Is the Owlet Dream Sock and Cam Worth it in 2023? Maybe Not. Here’s Why

When deciding what to get for our newborn, the Owlet Dream Sock and Cam was high on my list. The selling point was the smart sock could measure our baby’s oxygen levels, heartbeat, and sleep patterns. It seemed like a great way to put my worried mind at ease.

I should have known it wouldn’t be ideal when a friend of ours gave us his, because it could never connect to his Wi-Fi. As soon as I began trying to use the sock, I also encountered problems. This is why I might not suggest the Owlet in 2023, and what I would get instead:

It Can No Longer Alert Based On Vitals

owlet dream sock cam review

I was so excited to use the Owlet, but when I went to activate it I noticed the associated app didn’t exist anymore, and it would not work with the dream app at all. I spoke with Owlet support and learned that the Smart Sock that we had was no longer supported by any app. None of the products were allowed to alert based on blood oxygen levels or heartbeat anymore.

Apparently the FDA took issue with Owlet operating as a medical device without approval. Now the Owlet Smart Sock has been replaced by the Dream Sock, which measures a baby’s sleep quality and will still send an alert if “Sleep Quality Indicators are different than their expected baseline.” It will still show oxygen levels and heartbeat, but is no longer allowed to notify if those are outside of parameters.

I was told that our Smart Sock would not function with the Dream app, but I could still put it on my baby and it would alarm if it detected an issue. I never ended up using it since the functionality I wanted was gone, but I did use the Owlet Cam.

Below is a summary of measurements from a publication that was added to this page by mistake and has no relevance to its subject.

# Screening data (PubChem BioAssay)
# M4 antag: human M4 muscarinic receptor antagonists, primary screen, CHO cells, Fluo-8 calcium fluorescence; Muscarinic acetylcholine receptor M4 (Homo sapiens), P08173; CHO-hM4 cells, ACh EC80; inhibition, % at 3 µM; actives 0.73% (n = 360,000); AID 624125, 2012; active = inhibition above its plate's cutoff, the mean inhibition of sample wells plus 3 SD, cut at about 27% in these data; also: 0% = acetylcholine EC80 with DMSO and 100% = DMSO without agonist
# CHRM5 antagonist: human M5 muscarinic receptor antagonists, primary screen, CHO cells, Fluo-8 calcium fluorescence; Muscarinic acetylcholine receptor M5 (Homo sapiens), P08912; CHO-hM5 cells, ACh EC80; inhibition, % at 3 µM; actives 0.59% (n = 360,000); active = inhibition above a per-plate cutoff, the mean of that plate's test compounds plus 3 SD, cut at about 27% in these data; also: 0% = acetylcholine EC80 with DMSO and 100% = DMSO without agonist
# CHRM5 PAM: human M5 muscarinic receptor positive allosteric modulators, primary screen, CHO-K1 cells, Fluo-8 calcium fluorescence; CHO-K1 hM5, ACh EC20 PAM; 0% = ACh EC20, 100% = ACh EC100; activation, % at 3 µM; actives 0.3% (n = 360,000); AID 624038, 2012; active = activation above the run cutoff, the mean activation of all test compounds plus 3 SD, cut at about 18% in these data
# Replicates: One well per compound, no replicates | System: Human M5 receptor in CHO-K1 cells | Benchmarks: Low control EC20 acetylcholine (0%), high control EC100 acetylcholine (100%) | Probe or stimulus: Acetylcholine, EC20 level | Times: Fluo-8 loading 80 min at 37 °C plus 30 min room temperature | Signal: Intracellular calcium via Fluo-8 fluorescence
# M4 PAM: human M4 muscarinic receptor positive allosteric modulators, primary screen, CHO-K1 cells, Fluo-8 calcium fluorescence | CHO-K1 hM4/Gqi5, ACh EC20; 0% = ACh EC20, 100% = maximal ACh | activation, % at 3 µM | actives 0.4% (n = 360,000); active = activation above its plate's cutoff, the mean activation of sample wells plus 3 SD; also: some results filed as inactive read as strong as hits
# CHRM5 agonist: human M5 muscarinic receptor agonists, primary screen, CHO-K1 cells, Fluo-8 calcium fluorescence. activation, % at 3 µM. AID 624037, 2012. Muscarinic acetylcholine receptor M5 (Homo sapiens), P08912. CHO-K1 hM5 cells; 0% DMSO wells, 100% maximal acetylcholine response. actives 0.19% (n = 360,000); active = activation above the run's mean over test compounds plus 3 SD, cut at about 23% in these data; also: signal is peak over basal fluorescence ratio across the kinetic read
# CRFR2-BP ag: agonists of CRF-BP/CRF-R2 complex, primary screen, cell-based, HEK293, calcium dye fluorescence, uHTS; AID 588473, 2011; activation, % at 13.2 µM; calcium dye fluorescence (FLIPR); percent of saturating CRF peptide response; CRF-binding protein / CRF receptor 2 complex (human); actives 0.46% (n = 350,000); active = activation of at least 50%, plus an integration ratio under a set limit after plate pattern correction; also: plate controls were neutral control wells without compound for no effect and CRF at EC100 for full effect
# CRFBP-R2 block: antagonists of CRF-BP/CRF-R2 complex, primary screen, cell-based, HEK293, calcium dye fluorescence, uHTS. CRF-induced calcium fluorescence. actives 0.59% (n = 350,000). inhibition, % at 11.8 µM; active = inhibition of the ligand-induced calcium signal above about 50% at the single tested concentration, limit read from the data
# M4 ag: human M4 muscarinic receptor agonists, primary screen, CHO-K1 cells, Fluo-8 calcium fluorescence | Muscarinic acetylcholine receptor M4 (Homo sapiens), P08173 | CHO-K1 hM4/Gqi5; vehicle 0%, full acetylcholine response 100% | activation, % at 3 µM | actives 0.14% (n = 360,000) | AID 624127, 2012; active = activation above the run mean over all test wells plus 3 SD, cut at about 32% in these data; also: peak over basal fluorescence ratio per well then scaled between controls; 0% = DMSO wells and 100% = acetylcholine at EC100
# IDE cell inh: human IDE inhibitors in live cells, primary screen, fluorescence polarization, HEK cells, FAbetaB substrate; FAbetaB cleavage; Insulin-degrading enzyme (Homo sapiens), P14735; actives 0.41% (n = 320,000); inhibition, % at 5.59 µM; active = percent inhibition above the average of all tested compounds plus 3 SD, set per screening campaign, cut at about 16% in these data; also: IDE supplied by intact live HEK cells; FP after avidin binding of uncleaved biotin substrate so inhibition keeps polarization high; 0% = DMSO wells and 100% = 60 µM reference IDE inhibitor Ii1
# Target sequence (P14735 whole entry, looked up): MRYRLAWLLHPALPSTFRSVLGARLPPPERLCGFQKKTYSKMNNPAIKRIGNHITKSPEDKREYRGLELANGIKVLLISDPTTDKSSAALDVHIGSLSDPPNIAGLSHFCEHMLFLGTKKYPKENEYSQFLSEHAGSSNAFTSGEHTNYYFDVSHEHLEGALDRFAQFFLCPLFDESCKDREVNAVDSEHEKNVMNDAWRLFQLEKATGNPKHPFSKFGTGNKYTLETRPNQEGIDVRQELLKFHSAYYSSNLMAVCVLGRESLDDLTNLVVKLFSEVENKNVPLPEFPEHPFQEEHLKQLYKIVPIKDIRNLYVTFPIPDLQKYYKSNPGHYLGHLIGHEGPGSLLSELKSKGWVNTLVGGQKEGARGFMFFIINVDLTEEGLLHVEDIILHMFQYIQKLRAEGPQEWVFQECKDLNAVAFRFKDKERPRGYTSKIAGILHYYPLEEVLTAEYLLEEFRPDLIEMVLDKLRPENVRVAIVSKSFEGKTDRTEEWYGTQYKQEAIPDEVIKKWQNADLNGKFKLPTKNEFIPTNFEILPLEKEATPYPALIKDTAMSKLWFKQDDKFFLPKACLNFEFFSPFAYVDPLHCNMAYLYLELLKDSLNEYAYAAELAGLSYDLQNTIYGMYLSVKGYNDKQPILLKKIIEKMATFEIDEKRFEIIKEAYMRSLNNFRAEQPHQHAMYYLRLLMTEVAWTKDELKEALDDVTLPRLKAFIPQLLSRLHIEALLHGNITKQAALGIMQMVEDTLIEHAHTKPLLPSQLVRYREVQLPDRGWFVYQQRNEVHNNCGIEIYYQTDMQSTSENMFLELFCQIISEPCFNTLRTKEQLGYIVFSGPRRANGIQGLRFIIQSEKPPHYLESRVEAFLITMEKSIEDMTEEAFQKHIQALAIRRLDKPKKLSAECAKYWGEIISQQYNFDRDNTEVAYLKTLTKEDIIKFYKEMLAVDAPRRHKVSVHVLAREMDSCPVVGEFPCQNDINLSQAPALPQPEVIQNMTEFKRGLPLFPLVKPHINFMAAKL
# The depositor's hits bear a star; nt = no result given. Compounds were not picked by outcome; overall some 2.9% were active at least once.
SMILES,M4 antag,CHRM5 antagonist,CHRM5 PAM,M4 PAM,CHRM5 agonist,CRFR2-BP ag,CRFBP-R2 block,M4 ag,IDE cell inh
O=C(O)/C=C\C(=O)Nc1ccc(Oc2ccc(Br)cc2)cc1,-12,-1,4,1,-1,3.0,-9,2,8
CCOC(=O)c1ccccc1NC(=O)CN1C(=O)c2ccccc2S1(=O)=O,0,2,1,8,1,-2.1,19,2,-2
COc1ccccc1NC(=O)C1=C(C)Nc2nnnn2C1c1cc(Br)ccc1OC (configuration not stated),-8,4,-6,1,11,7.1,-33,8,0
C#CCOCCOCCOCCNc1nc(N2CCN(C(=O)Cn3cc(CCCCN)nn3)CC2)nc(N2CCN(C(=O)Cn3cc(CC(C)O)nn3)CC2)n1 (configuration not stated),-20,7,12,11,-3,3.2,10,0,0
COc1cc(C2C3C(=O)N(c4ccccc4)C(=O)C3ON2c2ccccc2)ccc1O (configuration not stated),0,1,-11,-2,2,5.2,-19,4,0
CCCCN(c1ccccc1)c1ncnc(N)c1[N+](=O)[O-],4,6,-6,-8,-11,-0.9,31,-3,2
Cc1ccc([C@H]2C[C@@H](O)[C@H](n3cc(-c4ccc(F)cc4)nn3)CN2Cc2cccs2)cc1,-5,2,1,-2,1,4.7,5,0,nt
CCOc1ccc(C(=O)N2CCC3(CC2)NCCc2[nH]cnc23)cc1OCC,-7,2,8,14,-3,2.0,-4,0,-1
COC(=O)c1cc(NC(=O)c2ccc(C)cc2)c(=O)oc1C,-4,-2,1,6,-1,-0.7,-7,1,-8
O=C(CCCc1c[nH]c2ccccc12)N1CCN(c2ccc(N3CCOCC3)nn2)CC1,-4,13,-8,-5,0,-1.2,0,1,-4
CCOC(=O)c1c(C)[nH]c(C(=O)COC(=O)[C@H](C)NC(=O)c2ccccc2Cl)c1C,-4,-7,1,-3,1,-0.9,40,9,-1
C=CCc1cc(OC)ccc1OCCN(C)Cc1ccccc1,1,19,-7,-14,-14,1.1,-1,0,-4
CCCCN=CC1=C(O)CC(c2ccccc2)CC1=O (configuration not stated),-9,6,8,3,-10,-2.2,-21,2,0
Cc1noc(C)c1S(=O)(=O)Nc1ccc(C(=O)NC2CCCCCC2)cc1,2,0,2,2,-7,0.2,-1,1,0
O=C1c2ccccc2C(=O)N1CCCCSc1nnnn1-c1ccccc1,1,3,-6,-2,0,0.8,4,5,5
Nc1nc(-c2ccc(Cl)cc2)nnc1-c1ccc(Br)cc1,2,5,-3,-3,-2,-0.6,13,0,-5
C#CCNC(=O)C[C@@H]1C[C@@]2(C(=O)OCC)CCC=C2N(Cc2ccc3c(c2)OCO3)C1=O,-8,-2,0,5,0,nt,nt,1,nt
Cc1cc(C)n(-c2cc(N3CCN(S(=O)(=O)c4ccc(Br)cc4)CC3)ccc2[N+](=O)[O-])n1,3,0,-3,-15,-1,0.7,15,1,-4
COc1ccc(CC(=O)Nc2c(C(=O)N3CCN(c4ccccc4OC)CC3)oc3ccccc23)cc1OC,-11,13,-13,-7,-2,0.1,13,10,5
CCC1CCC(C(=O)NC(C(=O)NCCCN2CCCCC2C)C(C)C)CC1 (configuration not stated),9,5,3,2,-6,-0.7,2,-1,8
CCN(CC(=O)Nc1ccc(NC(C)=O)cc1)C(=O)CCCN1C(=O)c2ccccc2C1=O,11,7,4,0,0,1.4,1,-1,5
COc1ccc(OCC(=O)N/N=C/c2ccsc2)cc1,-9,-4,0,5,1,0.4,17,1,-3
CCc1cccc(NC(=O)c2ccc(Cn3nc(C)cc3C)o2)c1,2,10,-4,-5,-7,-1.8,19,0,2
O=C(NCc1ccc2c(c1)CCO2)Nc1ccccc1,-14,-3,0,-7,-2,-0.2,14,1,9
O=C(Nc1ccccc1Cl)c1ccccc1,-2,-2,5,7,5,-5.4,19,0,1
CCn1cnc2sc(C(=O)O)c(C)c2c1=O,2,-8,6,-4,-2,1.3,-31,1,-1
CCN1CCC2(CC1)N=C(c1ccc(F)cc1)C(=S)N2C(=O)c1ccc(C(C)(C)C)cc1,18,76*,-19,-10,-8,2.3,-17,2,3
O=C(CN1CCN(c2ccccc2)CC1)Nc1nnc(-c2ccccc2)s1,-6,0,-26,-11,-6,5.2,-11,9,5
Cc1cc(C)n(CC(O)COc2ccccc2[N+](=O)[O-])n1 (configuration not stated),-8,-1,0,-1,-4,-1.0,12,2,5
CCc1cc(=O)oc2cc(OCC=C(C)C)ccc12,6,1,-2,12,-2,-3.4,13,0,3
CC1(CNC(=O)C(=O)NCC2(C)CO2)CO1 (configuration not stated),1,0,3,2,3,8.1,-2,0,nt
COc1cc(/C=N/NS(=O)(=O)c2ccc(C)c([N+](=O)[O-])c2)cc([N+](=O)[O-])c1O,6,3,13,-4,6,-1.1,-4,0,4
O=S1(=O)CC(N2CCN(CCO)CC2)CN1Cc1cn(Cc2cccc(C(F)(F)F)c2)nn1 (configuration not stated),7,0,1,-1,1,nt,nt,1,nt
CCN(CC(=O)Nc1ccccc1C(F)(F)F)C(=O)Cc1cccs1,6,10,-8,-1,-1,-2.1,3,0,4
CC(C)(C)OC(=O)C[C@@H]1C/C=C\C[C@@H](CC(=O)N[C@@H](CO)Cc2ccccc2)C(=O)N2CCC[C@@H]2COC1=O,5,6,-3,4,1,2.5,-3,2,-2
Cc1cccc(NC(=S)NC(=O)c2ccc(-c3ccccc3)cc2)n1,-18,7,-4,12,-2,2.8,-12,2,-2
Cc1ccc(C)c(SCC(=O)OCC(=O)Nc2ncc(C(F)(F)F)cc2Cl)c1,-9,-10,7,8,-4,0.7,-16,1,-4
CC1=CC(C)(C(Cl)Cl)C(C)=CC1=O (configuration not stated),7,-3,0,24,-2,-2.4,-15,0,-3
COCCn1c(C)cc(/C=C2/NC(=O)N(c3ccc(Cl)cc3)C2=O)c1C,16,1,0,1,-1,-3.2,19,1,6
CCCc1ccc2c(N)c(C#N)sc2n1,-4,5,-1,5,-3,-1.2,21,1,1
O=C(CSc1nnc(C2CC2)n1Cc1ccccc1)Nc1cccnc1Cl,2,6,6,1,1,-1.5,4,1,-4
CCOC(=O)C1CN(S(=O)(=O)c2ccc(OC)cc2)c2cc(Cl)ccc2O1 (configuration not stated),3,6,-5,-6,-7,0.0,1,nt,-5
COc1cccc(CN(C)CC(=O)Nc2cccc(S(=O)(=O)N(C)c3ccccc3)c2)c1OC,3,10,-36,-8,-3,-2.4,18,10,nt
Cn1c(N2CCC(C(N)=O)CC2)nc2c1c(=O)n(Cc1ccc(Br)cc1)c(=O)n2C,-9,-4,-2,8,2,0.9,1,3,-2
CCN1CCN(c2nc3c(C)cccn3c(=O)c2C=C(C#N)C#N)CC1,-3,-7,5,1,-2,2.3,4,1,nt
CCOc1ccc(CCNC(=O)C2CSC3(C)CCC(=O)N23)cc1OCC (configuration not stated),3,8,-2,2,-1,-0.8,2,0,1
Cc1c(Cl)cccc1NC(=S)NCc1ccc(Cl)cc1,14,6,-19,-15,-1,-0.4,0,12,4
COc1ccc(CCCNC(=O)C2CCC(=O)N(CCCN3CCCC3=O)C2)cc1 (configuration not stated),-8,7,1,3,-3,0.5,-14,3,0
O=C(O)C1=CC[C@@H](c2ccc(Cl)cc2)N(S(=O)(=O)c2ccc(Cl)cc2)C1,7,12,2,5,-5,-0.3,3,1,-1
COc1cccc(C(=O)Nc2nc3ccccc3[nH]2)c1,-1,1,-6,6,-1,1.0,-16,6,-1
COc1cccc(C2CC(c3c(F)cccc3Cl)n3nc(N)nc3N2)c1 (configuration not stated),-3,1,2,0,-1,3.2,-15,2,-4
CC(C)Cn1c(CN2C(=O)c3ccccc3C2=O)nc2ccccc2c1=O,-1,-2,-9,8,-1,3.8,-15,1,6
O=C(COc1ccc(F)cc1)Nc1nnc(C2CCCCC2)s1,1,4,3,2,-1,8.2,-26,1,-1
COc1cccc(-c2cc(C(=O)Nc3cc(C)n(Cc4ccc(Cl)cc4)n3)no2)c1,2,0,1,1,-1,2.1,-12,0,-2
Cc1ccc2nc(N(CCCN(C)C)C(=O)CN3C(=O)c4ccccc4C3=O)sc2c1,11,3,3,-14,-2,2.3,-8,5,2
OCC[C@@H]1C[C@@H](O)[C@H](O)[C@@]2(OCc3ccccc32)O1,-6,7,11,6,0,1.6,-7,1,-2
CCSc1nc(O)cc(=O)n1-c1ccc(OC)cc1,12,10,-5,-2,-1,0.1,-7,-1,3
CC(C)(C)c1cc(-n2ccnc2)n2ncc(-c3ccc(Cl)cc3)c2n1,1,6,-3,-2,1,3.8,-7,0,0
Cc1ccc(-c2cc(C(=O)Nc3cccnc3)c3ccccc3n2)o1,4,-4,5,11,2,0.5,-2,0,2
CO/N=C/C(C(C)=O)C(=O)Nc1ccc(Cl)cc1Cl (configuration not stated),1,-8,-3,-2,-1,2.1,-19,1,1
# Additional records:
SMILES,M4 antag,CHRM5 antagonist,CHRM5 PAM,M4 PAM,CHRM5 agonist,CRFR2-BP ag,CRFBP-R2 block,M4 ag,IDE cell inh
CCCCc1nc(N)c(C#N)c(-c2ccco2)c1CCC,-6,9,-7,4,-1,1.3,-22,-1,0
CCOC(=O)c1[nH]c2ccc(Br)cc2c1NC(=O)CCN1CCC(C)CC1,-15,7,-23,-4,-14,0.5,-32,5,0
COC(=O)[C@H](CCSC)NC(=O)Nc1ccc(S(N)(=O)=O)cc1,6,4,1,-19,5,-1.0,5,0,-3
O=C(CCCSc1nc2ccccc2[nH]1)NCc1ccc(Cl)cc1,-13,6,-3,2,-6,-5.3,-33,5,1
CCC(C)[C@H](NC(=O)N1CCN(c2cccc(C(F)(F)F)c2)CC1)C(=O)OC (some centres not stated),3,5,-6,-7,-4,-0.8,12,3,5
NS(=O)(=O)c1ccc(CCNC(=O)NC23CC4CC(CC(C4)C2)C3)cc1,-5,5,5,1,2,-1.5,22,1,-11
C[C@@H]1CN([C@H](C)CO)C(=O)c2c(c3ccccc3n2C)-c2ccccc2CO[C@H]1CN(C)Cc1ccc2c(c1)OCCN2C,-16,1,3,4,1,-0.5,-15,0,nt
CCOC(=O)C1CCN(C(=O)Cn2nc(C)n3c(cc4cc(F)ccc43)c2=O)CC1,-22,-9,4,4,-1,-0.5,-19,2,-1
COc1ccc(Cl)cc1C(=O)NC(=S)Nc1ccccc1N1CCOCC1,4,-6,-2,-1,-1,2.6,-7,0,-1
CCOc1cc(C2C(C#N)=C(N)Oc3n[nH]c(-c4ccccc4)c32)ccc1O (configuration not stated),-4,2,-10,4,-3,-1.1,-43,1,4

The SNOO we were using for the first six months of my son’s life also measured sleep. It kept tabs on our son’s daily sleep patterns, kept them stored for us to refer back to, and would send me an alert if its soothing functions could not get my baby back to sleep and he needed my attention.

That said, it was much less robust than the dream sock and for those not using the SNOO, it could still provide peace of mind in many situations, like if your baby is transitioning to their own room, you’re bringing home a baby from the NICU who was monitored 24/7 and would like more peace of mind, or you’re just a concerned parent who wants all the available tools at your disposal.

In these cases, I think that the sock would be worth it, but unfortunately, the Owlet Cam totally sucks.

Connectivity of the Owlet Cam is a Constant Issue

I find it confusing that product reviews of the Owlet look mostly positive. However if you look at app reviews, they paint a much different picture. Parents are angry the sock doesn’t have the same functionality as it once did, and especially that the camera drops signal constantly.

Our experience has been the same. I should have known when our friend couldn’t use it that we would have an issue too, but he lives in a more rural area, so I assumed his Internet connection was not as good as ours. In reading the reviews, I can see that plenty of other people with fast connections are having the same problem – the cam seems to think that Wi-Fi is weak, even when it is not. It goes offline constantly.

The cam also is meant to detect humidity levels and temperature, but it’s often incorrect.

The whole point of a baby camera is that it works, but the Owlet frequently disconnects, leaving me hanging. I never know when this is about to happen, so sometimes I have to make the difficult decision to go disturb potential sleep or just be OK with not seeing the monitor. It’s not a fun debate to have at 3am.

Some Positives of the Owlet

owlet dream sock cam review